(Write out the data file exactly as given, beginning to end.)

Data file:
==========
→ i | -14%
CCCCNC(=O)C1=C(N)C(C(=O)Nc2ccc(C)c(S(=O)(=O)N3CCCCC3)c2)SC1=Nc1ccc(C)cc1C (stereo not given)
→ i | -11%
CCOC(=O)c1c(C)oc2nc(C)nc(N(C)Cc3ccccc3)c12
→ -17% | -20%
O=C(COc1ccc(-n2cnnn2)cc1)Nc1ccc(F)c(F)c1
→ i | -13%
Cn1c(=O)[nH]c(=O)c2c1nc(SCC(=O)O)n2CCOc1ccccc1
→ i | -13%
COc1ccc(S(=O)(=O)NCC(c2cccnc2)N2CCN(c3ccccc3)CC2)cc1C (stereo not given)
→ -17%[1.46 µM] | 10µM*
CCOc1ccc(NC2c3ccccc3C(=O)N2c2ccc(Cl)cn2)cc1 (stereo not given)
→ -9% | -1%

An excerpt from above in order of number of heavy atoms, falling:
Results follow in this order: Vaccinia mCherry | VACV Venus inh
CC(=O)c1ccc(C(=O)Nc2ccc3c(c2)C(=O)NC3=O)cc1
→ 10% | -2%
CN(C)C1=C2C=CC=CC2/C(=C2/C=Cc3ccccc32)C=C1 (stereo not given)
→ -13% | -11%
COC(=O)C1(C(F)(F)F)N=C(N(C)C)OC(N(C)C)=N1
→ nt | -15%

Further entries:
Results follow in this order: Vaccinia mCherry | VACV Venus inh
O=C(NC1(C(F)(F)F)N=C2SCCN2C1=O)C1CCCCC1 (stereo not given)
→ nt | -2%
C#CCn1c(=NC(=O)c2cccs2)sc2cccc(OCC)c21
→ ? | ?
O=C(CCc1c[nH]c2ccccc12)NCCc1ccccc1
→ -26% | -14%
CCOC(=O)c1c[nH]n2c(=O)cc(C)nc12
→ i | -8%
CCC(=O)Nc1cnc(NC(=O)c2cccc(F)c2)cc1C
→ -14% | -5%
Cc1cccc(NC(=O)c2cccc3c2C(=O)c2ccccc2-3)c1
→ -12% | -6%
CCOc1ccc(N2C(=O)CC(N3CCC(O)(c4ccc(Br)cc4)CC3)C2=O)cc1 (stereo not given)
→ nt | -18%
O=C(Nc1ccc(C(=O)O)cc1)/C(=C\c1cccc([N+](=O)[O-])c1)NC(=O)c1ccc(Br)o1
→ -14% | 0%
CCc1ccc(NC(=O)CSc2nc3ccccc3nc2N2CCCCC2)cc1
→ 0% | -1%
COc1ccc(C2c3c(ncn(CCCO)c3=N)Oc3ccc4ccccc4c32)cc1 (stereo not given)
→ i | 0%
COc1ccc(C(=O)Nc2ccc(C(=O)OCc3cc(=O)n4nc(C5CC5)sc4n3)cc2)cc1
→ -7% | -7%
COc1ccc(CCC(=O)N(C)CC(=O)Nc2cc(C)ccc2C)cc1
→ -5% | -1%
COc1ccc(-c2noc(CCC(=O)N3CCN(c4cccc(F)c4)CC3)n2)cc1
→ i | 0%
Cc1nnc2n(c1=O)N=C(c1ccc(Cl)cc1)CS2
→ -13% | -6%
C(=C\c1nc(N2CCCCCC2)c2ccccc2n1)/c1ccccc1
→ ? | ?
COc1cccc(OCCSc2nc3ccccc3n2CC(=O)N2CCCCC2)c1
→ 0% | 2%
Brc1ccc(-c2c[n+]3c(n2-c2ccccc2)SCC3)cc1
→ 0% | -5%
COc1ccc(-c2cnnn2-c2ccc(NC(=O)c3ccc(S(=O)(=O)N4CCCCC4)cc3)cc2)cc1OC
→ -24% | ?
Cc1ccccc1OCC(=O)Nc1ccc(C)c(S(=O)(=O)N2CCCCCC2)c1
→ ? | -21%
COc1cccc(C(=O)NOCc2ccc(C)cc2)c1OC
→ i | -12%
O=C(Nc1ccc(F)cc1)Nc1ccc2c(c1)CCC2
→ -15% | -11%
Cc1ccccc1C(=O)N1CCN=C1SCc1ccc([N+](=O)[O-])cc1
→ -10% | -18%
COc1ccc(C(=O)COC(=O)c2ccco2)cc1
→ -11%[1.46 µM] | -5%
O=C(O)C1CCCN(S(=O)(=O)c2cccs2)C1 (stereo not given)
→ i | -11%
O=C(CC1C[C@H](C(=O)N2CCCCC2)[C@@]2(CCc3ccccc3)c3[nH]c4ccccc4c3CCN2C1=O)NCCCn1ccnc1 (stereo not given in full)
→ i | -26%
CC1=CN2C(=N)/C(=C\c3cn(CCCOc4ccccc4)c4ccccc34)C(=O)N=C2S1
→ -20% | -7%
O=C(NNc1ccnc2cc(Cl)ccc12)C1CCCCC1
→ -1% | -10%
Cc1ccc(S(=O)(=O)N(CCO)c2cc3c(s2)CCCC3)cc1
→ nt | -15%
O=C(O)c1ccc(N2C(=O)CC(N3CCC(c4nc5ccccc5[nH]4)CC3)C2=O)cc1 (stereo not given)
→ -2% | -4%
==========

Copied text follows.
→ i | -14%
CCCCNC(=O)C1=C(N)C(C(=O)Nc2ccc(C)c(S(=O)(=O)N3CCCCC3)c2)SC1=Nc1ccc(C)cc1C (stereo not given)
→ i | -11%
CCOC(=O)c1c(C)oc2nc(C)nc(N(C)Cc3ccccc3)c12
→ -17% | -20%
O=C(COc1ccc(-n2cnnn2)cc1)Nc1ccc(F)c(F)c1
→ i | -13%
Cn1c(=O)[nH]c(=O)c2c1nc(SCC(=O)O)n2CCOc1ccccc1
→ i | -13%
COc1ccc(S(=O)(=O)NCC(c2cccnc2)N2CCN(c3ccccc3)CC2)cc1C (stereo not given)
→ -17%[1.46 µM] | 10µM*
CCOc1ccc(NC2c3ccccc3C(=O)N2c2ccc(Cl)cn2)cc1 (stereo not given)
→ -9% | -1%

An excerpt from above in order of number of heavy atoms, falling:
Results follow in this order: Vaccinia mCherry | VACV Venus inh
CC(=O)c1ccc(C(=O)Nc2ccc3c(c2)C(=O)NC3=O)cc1
→ 10% | -2%
CN(C)C1=C2C=CC=CC2/C(=C2/C=Cc3ccccc32)C=C1 (stereo not given)
→ -13% | -11%
COC(=O)C1(C(F)(F)F)N=C(N(C)C)OC(N(C)C)=N1
→ nt | -15%

Further entries:
Results follow in this order: Vaccinia mCherry | VACV Venus inh
O=C(NC1(C(F)(F)F)N=C2SCCN2C1=O)C1CCCCC1 (stereo not given)
→ nt | -2%
C#CCn1c(=NC(=O)c2cccs2)sc2cccc(OCC)c21
→ ? | ?
O=C(CCc1c[nH]c2ccccc12)NCCc1ccccc1
→ -26% | -14%
CCOC(=O)c1c[nH]n2c(=O)cc(C)nc12
→ i | -8%
CCC(=O)Nc1cnc(NC(=O)c2cccc(F)c2)cc1C
→ -14% | -5%
Cc1cccc(NC(=O)c2cccc3c2C(=O)c2ccccc2-3)c1
→ -12% | -6%
CCOc1ccc(N2C(=O)CC(N3CCC(O)(c4ccc(Br)cc4)CC3)C2=O)cc1 (stereo not given)
→ nt | -18%
O=C(Nc1ccc(C(=O)O)cc1)/C(=C\c1cccc([N+](=O)[O-])c1)NC(=O)c1ccc(Br)o1
→ -14% | 0%
CCc1ccc(NC(=O)CSc2nc3ccccc3nc2N2CCCCC2)cc1
→ 0% | -1%
COc1ccc(C2c3c(ncn(CCCO)c3=N)Oc3ccc4ccccc4c32)cc1 (stereo not given)
→ i | 0%
COc1ccc(C(=O)Nc2ccc(C(=O)OCc3cc(=O)n4nc(C5CC5)sc4n3)cc2)cc1
→ -7% | -7%
COc1ccc(CCC(=O)N(C)CC(=O)Nc2cc(C)ccc2C)cc1
→ -5% | -1%
COc1ccc(-c2noc(CCC(=O)N3CCN(c4cccc(F)c4)CC3)n2)cc1
→ i | 0%
Cc1nnc2n(c1=O)N=C(c1ccc(Cl)cc1)CS2
→ -13% | -6%
C(=C\c1nc(N2CCCCCC2)c2ccccc2n1)/c1ccccc1
→ ? | ?
COc1cccc(OCCSc2nc3ccccc3n2CC(=O)N2CCCCC2)c1
→ 0% | 2%
Brc1ccc(-c2c[n+]3c(n2-c2ccccc2)SCC3)cc1
→ 0% | -5%
COc1ccc(-c2cnnn2-c2ccc(NC(=O)c3ccc(S(=O)(=O)N4CCCCC4)cc3)cc2)cc1OC
→ -24% | ?
Cc1ccccc1OCC(=O)Nc1ccc(C)c(S(=O)(=O)N2CCCCCC2)c1
→ ? | -21%
COc1cccc(C(=O)NOCc2ccc(C)cc2)c1OC
→ i | -12%
O=C(Nc1ccc(F)cc1)Nc1ccc2c(c1)CCC2
→ -15% | -11%
Cc1ccccc1C(=O)N1CCN=C1SCc1ccc([N+](=O)[O-])cc1
→ -10% | -18%
COc1ccc(C(=O)COC(=O)c2ccco2)cc1
→ -11%[1.46 µM] | -5%
O=C(O)C1CCCN(S(=O)(=O)c2cccs2)C1 (stereo not given)
→ i | -11%
O=C(CC1C[C@H](C(=O)N2CCCCC2)[C@@]2(CCc3ccccc3)c3[nH]c4ccccc4c3CCN2C1=O)NCCCn1ccnc1 (stereo not given in full)
→ i | -26%
CC1=CN2C(=N)/C(=C\c3cn(CCCOc4ccccc4)c4ccccc34)C(=O)N=C2S1
→ -20% | -7%
O=C(NNc1ccnc2cc(Cl)ccc12)C1CCCCC1
→ -1% | -10%
Cc1ccc(S(=O)(=O)N(CCO)c2cc3c(s2)CCCC3)cc1
→ nt | -15%
O=C(O)c1ccc(N2C(=O)CC(N3CCC(c4nc5ccccc5[nH]4)CC3)C2=O)cc1 (stereo not given)
→ -2% | -4%